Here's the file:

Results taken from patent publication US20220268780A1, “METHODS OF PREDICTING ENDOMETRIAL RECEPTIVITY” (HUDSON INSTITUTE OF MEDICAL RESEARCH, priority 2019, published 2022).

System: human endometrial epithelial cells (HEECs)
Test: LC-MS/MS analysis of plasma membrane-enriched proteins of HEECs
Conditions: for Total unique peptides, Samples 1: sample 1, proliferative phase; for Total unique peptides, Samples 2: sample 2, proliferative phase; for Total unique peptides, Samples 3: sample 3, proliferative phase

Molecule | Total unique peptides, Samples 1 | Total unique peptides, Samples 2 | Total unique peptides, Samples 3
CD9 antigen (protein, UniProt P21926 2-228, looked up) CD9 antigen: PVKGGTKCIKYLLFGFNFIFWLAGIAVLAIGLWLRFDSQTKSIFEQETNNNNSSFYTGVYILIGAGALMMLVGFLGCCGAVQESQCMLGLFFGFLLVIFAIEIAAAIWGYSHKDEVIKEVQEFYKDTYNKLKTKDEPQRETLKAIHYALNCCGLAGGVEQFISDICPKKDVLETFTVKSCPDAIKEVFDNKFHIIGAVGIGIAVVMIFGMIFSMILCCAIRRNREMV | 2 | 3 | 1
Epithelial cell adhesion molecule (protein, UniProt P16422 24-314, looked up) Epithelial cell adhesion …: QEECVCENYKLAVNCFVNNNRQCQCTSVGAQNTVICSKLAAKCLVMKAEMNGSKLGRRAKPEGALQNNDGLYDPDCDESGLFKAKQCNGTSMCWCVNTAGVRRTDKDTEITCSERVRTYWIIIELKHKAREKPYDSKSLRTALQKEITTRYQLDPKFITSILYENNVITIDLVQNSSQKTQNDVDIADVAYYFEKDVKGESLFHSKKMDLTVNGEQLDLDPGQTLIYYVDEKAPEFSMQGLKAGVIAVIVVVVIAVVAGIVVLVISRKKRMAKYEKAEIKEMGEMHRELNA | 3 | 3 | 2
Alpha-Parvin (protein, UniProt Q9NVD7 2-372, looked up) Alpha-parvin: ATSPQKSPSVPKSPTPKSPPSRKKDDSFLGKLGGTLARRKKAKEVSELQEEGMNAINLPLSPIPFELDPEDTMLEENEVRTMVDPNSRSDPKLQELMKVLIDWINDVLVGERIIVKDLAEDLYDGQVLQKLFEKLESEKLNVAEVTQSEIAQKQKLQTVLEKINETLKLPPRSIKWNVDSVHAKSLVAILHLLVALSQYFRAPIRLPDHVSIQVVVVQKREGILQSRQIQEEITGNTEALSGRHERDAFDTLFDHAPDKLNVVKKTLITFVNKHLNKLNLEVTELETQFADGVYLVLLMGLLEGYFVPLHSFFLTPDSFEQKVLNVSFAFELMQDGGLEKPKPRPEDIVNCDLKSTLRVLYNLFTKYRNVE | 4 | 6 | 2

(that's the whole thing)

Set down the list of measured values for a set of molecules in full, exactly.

Results taken from patent publication US20220268780A1, “METHODS OF PREDICTING ENDOMETRIAL RECEPTIVITY” (HUDSON INSTITUTE OF MEDICAL RESEARCH, priority 2019, published 2022).

System: human endometrial epithelial cells (HEECs)
Test: LC-MS/MS analysis of plasma membrane-enriched proteins of HEECs
Conditions: for Total unique peptides, Samples 1: sample 1, proliferative phase; for Total unique peptides, Samples 2: sample 2, proliferative phase; for Total unique peptides, Samples 3: sample 3, proliferative phase

Molecule | Total unique peptides, Samples 1 | Total unique peptides, Samples 2 | Total unique peptides, Samples 3
CD9 antigen (protein, UniProt P21926 2-228, looked up) CD9 antigen: PVKGGTKCIKYLLFGFNFIFWLAGIAVLAIGLWLRFDSQTKSIFEQETNNNNSSFYTGVYILIGAGALMMLVGFLGCCGAVQESQCMLGLFFGFLLVIFAIEIAAAIWGYSHKDEVIKEVQEFYKDTYNKLKTKDEPQRETLKAIHYALNCCGLAGGVEQFISDICPKKDVLETFTVKSCPDAIKEVFDNKFHIIGAVGIGIAVVMIFGMIFSMILCCAIRRNREMV | 2 | 3 | 1
Epithelial cell adhesion molecule (protein, UniProt P16422 24-314, looked up) Epithelial cell adhesion …: QEECVCENYKLAVNCFVNNNRQCQCTSVGAQNTVICSKLAAKCLVMKAEMNGSKLGRRAKPEGALQNNDGLYDPDCDESGLFKAKQCNGTSMCWCVNTAGVRRTDKDTEITCSERVRTYWIIIELKHKAREKPYDSKSLRTALQKEITTRYQLDPKFITSILYENNVITIDLVQNSSQKTQNDVDIADVAYYFEKDVKGESLFHSKKMDLTVNGEQLDLDPGQTLIYYVDEKAPEFSMQGLKAGVIAVIVVVVIAVVAGIVVLVISRKKRMAKYEKAEIKEMGEMHRELNA | 3 | 3 | 2
Alpha-Parvin (protein, UniProt Q9NVD7 2-372, looked up) Alpha-parvin: ATSPQKSPSVPKSPTPKSPPSRKKDDSFLGKLGGTLARRKKAKEVSELQEEGMNAINLPLSPIPFELDPEDTMLEENEVRTMVDPNSRSDPKLQELMKVLIDWINDVLVGERIIVKDLAEDLYDGQVLQKLFEKLESEKLNVAEVTQSEIAQKQKLQTVLEKINETLKLPPRSIKWNVDSVHAKSLVAILHLLVALSQYFRAPIRLPDHVSIQVVVVQKREGILQSRQIQEEITGNTEALSGRHERDAFDTLFDHAPDKLNVVKKTLITFVNKHLNKLNLEVTELETQFADGVYLVLLMGLLEGYFVPLHSFFLTPDSFEQKVLNVSFAFELMQDGGLEKPKPRPEDIVNCDLKSTLRVLYNLFTKYRNVE | 4 | 6 | 2